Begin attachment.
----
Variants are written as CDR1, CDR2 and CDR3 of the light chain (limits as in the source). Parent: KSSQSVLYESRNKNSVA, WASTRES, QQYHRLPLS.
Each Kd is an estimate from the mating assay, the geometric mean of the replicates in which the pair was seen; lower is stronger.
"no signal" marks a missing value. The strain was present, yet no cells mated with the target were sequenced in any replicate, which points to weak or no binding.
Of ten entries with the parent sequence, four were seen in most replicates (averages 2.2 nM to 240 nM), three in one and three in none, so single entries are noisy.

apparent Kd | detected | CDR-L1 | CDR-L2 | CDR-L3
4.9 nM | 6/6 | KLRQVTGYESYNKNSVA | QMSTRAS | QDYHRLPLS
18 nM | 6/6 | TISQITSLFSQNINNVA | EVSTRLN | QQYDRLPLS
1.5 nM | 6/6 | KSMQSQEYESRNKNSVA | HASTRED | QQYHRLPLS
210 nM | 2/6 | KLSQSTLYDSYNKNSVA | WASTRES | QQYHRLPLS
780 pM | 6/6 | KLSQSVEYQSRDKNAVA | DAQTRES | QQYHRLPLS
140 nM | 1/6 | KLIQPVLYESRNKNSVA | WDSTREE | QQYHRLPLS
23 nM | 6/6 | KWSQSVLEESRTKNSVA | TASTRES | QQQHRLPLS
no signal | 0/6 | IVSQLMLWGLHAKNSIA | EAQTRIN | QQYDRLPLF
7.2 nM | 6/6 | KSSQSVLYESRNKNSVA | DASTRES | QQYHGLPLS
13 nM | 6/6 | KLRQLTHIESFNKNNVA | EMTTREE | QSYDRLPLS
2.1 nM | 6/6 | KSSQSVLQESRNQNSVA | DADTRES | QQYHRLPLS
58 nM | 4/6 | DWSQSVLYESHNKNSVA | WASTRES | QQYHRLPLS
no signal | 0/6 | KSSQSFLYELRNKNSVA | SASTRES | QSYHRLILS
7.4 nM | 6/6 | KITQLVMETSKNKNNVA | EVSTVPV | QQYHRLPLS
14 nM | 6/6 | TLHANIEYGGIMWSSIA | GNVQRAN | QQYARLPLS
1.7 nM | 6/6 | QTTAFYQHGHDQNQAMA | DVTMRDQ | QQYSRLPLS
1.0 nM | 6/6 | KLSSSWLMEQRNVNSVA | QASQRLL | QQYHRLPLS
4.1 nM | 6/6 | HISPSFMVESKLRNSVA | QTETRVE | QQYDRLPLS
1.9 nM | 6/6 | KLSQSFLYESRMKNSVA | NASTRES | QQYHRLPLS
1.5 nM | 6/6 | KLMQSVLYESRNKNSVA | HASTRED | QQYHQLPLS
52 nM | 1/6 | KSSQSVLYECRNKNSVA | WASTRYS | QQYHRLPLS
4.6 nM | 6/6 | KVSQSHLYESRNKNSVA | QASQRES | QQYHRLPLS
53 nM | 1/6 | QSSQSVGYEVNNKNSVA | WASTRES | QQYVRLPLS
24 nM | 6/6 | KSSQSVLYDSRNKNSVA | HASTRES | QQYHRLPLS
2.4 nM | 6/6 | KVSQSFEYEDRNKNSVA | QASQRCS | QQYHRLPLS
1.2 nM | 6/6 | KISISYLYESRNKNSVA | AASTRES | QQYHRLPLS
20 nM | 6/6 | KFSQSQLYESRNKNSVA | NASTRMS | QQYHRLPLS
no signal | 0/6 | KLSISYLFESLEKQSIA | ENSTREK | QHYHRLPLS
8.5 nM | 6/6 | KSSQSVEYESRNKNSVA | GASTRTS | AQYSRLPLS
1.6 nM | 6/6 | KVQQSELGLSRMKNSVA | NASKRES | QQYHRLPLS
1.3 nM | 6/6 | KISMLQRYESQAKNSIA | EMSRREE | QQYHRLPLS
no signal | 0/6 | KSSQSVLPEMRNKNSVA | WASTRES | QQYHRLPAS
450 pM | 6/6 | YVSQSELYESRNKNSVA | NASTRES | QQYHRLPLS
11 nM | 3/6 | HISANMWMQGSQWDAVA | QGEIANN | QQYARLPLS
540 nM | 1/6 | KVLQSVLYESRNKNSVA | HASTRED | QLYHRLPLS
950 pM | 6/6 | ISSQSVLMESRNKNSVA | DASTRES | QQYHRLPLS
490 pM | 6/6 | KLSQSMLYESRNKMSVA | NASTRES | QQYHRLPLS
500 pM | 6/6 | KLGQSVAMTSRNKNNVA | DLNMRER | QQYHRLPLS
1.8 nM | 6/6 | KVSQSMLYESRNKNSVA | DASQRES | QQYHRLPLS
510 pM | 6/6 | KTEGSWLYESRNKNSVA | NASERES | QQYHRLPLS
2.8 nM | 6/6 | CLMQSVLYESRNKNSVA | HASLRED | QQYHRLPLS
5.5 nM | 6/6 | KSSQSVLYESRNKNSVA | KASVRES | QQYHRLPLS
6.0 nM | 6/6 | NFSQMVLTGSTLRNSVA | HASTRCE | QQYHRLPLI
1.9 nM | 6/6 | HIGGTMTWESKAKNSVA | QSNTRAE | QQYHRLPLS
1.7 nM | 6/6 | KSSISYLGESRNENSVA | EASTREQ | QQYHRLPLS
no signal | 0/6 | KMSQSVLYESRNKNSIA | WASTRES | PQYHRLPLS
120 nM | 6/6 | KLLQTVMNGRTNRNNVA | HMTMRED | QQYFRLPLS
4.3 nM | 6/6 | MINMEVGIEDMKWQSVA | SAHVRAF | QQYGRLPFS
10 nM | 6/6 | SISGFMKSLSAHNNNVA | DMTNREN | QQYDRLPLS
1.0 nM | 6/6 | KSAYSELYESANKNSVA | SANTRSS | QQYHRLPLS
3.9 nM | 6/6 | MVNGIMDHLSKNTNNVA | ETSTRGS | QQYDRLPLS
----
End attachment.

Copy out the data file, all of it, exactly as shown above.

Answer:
Variants are written as CDR1, CDR2 and CDR3 of the light chain (limits as in the source). Parent: KSSQSVLYESRNKNSVA, WASTRES, QQYHRLPLS.
Each Kd is an estimate from the mating assay, the geometric mean of the replicates in which the pair was seen; lower is stronger.
"no signal" marks a missing value. The strain was present, yet no cells mated with the target were sequenced in any replicate, which points to weak or no binding.
Of ten entries with the parent sequence, four were seen in most replicates (averages 2.2 nM to 240 nM), three in one and three in none, so single entries are noisy.

apparent Kd | detected | CDR-L1 | CDR-L2 | CDR-L3
4.9 nM | 6/6 | KLRQVTGYESYNKNSVA | QMSTRAS | QDYHRLPLS
18 nM | 6/6 | TISQITSLFSQNINNVA | EVSTRLN | QQYDRLPLS
1.5 nM | 6/6 | KSMQSQEYESRNKNSVA | HASTRED | QQYHRLPLS
210 nM | 2/6 | KLSQSTLYDSYNKNSVA | WASTRES | QQYHRLPLS
780 pM | 6/6 | KLSQSVEYQSRDKNAVA | DAQTRES | QQYHRLPLS
140 nM | 1/6 | KLIQPVLYESRNKNSVA | WDSTREE | QQYHRLPLS
23 nM | 6/6 | KWSQSVLEESRTKNSVA | TASTRES | QQQHRLPLS
no signal | 0/6 | IVSQLMLWGLHAKNSIA | EAQTRIN | QQYDRLPLF
7.2 nM | 6/6 | KSSQSVLYESRNKNSVA | DASTRES | QQYHGLPLS
13 nM | 6/6 | KLRQLTHIESFNKNNVA | EMTTREE | QSYDRLPLS
2.1 nM | 6/6 | KSSQSVLQESRNQNSVA | DADTRES | QQYHRLPLS
58 nM | 4/6 | DWSQSVLYESHNKNSVA | WASTRES | QQYHRLPLS
no signal | 0/6 | KSSQSFLYELRNKNSVA | SASTRES | QSYHRLILS
7.4 nM | 6/6 | KITQLVMETSKNKNNVA | EVSTVPV | QQYHRLPLS
14 nM | 6/6 | TLHANIEYGGIMWSSIA | GNVQRAN | QQYARLPLS
1.7 nM | 6/6 | QTTAFYQHGHDQNQAMA | DVTMRDQ | QQYSRLPLS
1.0 nM | 6/6 | KLSSSWLMEQRNVNSVA | QASQRLL | QQYHRLPLS
4.1 nM | 6/6 | HISPSFMVESKLRNSVA | QTETRVE | QQYDRLPLS
1.9 nM | 6/6 | KLSQSFLYESRMKNSVA | NASTRES | QQYHRLPLS
1.5 nM | 6/6 | KLMQSVLYESRNKNSVA | HASTRED | QQYHQLPLS
52 nM | 1/6 | KSSQSVLYECRNKNSVA | WASTRYS | QQYHRLPLS
4.6 nM | 6/6 | KVSQSHLYESRNKNSVA | QASQRES | QQYHRLPLS
53 nM | 1/6 | QSSQSVGYEVNNKNSVA | WASTRES | QQYVRLPLS
24 nM | 6/6 | KSSQSVLYDSRNKNSVA | HASTRES | QQYHRLPLS
2.4 nM | 6/6 | KVSQSFEYEDRNKNSVA | QASQRCS | QQYHRLPLS
1.2 nM | 6/6 | KISISYLYESRNKNSVA | AASTRES | QQYHRLPLS
20 nM | 6/6 | KFSQSQLYESRNKNSVA | NASTRMS | QQYHRLPLS
no signal | 0/6 | KLSISYLFESLEKQSIA | ENSTREK | QHYHRLPLS
8.5 nM | 6/6 | KSSQSVEYESRNKNSVA | GASTRTS | AQYSRLPLS
1.6 nM | 6/6 | KVQQSELGLSRMKNSVA | NASKRES | QQYHRLPLS
1.3 nM | 6/6 | KISMLQRYESQAKNSIA | EMSRREE | QQYHRLPLS
no signal | 0/6 | KSSQSVLPEMRNKNSVA | WASTRES | QQYHRLPAS
450 pM | 6/6 | YVSQSELYESRNKNSVA | NASTRES | QQYHRLPLS
11 nM | 3/6 | HISANMWMQGSQWDAVA | QGEIANN | QQYARLPLS
540 nM | 1/6 | KVLQSVLYESRNKNSVA | HASTRED | QLYHRLPLS
950 pM | 6/6 | ISSQSVLMESRNKNSVA | DASTRES | QQYHRLPLS
490 pM | 6/6 | KLSQSMLYESRNKMSVA | NASTRES | QQYHRLPLS
500 pM | 6/6 | KLGQSVAMTSRNKNNVA | DLNMRER | QQYHRLPLS
1.8 nM | 6/6 | KVSQSMLYESRNKNSVA | DASQRES | QQYHRLPLS
510 pM | 6/6 | KTEGSWLYESRNKNSVA | NASERES | QQYHRLPLS
2.8 nM | 6/6 | CLMQSVLYESRNKNSVA | HASLRED | QQYHRLPLS
5.5 nM | 6/6 | KSSQSVLYESRNKNSVA | KASVRES | QQYHRLPLS
6.0 nM | 6/6 | NFSQMVLTGSTLRNSVA | HASTRCE | QQYHRLPLI
1.9 nM | 6/6 | HIGGTMTWESKAKNSVA | QSNTRAE | QQYHRLPLS
1.7 nM | 6/6 | KSSISYLGESRNENSVA | EASTREQ | QQYHRLPLS
no signal | 0/6 | KMSQSVLYESRNKNSIA | WASTRES | PQYHRLPLS
120 nM | 6/6 | KLLQTVMNGRTNRNNVA | HMTMRED | QQYFRLPLS
4.3 nM | 6/6 | MINMEVGIEDMKWQSVA | SAHVRAF | QQYGRLPFS
10 nM | 6/6 | SISGFMKSLSAHNNNVA | DMTNREN | QQYDRLPLS
1.0 nM | 6/6 | KSAYSELYESANKNSVA | SANTRSS | QQYHRLPLS
3.9 nM | 6/6 | MVNGIMDHLSKNTNNVA | ETSTRGS | QQYDRLPLS